What’s most surprising about FT’s iPad version is that the paper even felt a need for it at all. The application uses somewhat different and better fonts than the paper’s web site, but is effectively repackaging the same content—at least, some of the same content—in a different wrapper. Search for Apple, for instance, and you’ll see a nicely formatted stock tracking page with an About the Company section that ends abruptly with “Visit FT.com for further detail.” Stories are the same as on the free web site, only with layout tweaks, and in some cases, fewer graphics; a “games people play” infographic and photo section from the web site was missing from the app version of a story about video games. Rather than running a news story down a single column with eleven or thirteen words per line running in downward-scrolling paragraphs, the app creates multi-column layouts with four or six words, pushing you to scroll left or right. From a user experience standpoint, the app in some ways feels more like looking at the paper than the web site, but then, adding HTML5 support to the site and changing the page layouts would enable the same font and UI improvements. Until the FT app offers more than what can be found on the web site rather than just a lesser, different version, it’ll be hard to imagine paying a subscription fee for what’s here, but as a demonstration of how the iPad can provide a nice front end for a traditional paper, this isn’t bad. iLounge Rating: B-.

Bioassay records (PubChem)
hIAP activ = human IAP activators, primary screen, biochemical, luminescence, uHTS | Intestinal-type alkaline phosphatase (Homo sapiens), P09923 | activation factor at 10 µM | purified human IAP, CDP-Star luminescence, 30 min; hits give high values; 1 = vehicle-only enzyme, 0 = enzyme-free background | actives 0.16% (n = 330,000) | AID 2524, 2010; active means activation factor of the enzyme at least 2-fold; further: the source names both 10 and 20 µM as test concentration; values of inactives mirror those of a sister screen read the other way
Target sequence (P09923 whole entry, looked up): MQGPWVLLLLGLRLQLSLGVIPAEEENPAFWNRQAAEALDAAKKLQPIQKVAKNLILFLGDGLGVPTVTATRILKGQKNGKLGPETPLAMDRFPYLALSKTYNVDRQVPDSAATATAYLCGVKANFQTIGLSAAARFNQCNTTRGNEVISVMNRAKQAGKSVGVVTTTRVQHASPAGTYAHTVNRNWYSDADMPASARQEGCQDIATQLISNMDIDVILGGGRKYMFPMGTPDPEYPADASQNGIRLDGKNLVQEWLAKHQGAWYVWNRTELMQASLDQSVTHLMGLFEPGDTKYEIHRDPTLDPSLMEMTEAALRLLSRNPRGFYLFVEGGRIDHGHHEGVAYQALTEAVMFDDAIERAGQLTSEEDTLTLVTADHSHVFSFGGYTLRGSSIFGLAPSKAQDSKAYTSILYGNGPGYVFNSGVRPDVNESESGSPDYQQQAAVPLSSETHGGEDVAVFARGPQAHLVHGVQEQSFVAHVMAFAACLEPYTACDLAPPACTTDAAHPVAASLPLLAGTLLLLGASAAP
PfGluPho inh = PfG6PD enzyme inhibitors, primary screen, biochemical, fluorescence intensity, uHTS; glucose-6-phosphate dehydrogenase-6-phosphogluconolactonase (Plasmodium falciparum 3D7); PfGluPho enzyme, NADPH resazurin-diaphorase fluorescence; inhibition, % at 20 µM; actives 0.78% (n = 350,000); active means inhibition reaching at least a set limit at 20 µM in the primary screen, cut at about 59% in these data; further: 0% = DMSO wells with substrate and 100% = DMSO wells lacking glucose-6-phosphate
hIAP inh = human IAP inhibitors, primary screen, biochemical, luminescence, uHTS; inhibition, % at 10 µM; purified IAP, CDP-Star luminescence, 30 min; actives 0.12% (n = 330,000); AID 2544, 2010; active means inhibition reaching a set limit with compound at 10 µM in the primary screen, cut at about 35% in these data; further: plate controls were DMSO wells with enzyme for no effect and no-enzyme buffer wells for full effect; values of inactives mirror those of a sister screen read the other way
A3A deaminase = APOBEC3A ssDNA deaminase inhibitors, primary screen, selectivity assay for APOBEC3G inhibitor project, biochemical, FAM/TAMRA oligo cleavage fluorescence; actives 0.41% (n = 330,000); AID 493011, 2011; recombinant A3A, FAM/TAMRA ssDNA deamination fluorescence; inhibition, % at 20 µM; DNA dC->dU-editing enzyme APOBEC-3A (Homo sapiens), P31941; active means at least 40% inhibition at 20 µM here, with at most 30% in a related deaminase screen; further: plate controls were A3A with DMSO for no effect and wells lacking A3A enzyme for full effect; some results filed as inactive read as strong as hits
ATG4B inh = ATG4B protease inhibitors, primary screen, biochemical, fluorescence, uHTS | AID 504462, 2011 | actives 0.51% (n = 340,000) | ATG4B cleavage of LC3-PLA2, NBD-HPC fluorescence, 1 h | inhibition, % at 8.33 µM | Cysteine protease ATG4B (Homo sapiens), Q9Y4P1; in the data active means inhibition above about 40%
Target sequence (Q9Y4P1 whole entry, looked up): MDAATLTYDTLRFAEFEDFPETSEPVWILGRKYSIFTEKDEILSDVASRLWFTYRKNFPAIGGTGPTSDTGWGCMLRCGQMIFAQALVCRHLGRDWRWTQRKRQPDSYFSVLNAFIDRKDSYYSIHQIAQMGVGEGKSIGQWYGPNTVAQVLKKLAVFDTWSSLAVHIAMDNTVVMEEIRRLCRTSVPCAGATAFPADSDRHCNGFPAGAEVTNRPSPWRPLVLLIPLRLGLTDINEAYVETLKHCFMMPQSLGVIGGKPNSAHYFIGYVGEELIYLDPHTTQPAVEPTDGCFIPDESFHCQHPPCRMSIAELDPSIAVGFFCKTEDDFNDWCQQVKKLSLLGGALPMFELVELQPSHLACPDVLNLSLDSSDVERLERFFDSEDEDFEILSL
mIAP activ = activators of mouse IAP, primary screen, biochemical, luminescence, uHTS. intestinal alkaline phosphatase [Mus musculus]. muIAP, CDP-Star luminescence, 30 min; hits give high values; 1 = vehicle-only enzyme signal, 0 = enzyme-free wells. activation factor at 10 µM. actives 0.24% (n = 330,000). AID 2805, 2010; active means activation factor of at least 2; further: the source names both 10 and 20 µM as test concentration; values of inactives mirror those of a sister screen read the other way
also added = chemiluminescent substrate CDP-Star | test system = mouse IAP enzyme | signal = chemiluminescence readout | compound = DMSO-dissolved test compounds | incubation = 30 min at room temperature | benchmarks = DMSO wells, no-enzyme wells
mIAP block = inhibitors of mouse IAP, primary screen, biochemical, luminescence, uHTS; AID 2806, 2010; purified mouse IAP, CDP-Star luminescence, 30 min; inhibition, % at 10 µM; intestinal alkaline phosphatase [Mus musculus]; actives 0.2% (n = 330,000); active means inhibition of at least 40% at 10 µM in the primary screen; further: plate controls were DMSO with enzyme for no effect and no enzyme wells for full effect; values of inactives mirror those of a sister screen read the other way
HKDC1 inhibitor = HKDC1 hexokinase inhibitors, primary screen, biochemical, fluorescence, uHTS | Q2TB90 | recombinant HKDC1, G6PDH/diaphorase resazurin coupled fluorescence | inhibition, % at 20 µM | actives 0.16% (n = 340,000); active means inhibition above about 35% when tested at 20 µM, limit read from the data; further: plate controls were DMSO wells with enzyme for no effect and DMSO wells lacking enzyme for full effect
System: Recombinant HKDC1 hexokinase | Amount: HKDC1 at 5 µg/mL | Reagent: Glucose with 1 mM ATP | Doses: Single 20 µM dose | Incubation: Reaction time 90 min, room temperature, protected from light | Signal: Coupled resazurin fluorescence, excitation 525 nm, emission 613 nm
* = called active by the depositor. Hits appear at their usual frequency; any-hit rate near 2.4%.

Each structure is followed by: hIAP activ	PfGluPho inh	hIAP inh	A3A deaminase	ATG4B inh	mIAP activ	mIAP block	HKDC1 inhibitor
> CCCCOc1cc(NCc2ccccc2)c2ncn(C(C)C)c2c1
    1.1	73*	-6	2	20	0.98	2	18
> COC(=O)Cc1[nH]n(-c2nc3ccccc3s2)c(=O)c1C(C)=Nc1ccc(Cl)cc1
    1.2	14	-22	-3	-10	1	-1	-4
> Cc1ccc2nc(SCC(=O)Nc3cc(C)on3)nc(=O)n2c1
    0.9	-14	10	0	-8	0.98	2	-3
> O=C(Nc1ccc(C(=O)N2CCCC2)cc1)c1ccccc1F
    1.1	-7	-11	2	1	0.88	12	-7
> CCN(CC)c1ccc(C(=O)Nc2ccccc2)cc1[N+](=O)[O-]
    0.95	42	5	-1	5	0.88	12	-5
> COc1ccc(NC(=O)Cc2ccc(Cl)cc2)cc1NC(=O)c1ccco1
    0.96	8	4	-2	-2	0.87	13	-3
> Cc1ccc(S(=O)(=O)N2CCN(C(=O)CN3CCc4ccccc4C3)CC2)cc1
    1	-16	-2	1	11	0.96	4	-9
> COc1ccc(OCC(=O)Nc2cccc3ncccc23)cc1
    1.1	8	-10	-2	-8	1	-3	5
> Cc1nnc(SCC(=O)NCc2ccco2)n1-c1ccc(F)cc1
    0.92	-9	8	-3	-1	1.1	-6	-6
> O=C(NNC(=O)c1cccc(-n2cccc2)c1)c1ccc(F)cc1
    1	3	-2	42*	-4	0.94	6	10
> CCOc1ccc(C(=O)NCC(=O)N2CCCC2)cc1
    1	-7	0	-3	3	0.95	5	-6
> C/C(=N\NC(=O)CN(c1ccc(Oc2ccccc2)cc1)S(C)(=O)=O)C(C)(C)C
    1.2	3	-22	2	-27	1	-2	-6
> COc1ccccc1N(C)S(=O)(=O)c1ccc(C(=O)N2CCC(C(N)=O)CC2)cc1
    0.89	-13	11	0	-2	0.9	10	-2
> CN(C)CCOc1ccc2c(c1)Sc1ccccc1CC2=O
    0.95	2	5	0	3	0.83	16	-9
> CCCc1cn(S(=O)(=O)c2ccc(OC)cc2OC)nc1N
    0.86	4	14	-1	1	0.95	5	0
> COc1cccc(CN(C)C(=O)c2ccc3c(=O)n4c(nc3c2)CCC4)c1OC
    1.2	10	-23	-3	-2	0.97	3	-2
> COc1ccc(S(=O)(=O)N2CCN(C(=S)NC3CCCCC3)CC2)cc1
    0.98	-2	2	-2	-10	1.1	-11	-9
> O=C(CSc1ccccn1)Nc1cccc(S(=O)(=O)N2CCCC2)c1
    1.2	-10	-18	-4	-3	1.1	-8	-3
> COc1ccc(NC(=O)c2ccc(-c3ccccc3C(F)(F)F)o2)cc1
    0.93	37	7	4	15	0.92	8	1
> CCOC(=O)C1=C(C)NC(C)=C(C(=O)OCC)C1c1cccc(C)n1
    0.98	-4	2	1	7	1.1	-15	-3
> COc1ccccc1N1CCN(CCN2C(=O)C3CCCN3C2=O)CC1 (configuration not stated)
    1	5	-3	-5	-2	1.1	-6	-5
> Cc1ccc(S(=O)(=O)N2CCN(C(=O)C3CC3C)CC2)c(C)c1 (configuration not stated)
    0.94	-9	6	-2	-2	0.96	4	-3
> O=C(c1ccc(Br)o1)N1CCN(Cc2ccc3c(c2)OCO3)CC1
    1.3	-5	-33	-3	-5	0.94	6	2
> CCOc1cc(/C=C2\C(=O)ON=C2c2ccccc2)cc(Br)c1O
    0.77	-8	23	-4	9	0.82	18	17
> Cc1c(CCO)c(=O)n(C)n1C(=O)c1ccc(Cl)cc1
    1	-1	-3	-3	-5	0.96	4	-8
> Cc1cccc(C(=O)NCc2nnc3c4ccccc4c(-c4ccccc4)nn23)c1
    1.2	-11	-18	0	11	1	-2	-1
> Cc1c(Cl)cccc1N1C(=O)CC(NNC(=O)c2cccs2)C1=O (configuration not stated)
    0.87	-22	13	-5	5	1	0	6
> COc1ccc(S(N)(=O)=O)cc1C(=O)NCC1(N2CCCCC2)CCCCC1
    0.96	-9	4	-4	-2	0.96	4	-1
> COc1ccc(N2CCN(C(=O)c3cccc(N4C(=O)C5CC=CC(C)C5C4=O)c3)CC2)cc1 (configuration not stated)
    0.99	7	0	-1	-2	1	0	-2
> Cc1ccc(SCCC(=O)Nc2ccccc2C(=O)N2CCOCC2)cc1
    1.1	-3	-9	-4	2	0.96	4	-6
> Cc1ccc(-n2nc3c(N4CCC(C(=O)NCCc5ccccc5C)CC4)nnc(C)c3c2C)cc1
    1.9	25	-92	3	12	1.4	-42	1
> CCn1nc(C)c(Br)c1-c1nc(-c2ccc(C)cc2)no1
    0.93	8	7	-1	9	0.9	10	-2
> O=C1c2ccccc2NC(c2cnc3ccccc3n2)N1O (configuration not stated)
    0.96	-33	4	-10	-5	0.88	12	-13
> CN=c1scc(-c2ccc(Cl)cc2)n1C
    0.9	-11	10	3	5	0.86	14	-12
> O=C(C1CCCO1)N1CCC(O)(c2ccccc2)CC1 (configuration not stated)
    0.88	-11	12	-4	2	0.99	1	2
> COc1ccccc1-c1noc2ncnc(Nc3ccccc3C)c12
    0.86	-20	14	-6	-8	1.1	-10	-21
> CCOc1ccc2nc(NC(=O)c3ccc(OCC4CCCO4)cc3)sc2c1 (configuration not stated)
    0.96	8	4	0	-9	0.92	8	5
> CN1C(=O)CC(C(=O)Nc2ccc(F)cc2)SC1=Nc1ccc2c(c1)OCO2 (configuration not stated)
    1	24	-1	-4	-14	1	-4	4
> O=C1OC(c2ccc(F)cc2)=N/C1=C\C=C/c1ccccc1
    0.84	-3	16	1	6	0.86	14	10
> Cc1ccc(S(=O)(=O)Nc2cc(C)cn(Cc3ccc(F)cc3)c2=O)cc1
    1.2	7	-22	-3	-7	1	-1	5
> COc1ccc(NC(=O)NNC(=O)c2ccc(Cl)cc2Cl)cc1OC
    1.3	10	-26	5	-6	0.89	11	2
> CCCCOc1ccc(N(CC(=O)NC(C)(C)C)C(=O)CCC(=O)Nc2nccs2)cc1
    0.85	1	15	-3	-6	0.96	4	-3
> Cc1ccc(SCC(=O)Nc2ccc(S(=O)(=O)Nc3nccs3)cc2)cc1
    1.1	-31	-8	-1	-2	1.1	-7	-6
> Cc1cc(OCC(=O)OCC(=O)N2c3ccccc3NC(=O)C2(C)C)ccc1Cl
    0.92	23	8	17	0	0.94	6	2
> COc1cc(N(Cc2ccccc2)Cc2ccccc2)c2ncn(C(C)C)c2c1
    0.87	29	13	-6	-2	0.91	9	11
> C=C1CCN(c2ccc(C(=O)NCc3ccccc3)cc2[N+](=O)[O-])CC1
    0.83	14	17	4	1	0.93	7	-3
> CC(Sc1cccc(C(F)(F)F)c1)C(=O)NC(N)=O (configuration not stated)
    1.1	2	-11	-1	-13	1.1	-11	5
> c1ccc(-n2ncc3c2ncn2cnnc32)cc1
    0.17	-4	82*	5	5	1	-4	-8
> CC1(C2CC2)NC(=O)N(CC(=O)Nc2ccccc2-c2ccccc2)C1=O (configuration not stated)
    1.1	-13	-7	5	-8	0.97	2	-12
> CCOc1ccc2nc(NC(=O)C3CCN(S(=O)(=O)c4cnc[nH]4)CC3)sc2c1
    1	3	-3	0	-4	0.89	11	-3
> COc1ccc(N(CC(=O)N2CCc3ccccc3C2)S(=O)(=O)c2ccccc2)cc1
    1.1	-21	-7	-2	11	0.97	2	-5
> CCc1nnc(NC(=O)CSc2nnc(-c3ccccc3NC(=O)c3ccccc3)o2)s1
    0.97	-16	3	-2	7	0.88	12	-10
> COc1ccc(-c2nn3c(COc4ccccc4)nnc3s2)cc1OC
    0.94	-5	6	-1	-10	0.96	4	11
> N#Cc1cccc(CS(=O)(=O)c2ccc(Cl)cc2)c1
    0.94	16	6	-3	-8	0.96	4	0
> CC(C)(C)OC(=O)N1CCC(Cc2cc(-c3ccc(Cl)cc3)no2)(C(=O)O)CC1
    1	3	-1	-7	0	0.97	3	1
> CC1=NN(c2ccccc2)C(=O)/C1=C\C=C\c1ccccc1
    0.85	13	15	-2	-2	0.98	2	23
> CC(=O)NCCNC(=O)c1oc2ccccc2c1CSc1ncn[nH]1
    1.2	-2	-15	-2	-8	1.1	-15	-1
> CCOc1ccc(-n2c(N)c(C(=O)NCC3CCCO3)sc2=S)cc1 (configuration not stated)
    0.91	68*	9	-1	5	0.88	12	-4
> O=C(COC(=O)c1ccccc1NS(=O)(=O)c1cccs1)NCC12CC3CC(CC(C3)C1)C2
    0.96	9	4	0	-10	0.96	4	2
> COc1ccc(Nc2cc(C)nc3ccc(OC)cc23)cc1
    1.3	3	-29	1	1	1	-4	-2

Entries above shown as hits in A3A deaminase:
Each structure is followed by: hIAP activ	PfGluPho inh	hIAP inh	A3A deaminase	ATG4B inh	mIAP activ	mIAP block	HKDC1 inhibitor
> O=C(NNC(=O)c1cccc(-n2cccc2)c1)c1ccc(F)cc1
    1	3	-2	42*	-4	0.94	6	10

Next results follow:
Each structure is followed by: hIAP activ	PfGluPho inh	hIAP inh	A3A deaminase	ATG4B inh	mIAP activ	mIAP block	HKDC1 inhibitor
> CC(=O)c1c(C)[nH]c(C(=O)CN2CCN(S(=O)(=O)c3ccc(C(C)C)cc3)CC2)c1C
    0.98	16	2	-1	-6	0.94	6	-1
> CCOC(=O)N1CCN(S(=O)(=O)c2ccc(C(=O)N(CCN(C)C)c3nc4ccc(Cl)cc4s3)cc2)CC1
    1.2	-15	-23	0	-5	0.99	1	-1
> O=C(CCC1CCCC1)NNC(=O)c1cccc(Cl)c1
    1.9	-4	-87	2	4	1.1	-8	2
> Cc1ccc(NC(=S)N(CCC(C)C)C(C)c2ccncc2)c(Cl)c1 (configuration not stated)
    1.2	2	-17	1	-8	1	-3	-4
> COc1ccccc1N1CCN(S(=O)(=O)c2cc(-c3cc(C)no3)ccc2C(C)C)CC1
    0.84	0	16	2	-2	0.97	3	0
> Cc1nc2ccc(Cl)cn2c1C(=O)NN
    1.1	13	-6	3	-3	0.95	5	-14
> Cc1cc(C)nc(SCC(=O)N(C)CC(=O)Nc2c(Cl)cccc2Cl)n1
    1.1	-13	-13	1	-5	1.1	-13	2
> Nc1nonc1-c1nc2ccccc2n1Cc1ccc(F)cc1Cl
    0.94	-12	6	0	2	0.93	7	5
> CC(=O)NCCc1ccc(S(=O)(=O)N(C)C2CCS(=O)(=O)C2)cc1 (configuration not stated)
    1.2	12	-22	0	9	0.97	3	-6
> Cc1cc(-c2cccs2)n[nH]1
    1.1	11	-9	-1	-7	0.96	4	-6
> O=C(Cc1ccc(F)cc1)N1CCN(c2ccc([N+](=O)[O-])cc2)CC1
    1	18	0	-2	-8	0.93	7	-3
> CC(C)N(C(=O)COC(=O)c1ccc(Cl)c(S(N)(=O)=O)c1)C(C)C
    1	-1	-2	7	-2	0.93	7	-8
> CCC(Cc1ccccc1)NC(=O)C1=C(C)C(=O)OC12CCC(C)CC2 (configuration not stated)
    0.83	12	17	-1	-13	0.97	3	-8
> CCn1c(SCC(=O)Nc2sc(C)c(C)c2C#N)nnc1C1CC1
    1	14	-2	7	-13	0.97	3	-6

Even in the wake of Twitter’s acquisition of Loren Brichter’s Tweetie application for the iPhone, third-party Twitter applications continue to thrive, and Said Marouf’s Osfoora HD for Twitter ($4) offers another very good option for browsing and posting to the micro-blogging service. Regardless of whether you’re in vertical or horizontal orientation, Osfoora operates in a mode that automatically splits the screen into two panes as necessary, letting you use the full height for timeline scrolling until you see a tweet that’s of specific interest. Tap on it and you’ll see more information about the user at the top of the screen, with highlighted clickable links to web pages and user names, and large text—arguably too big for some eyes, but easy to read in any case.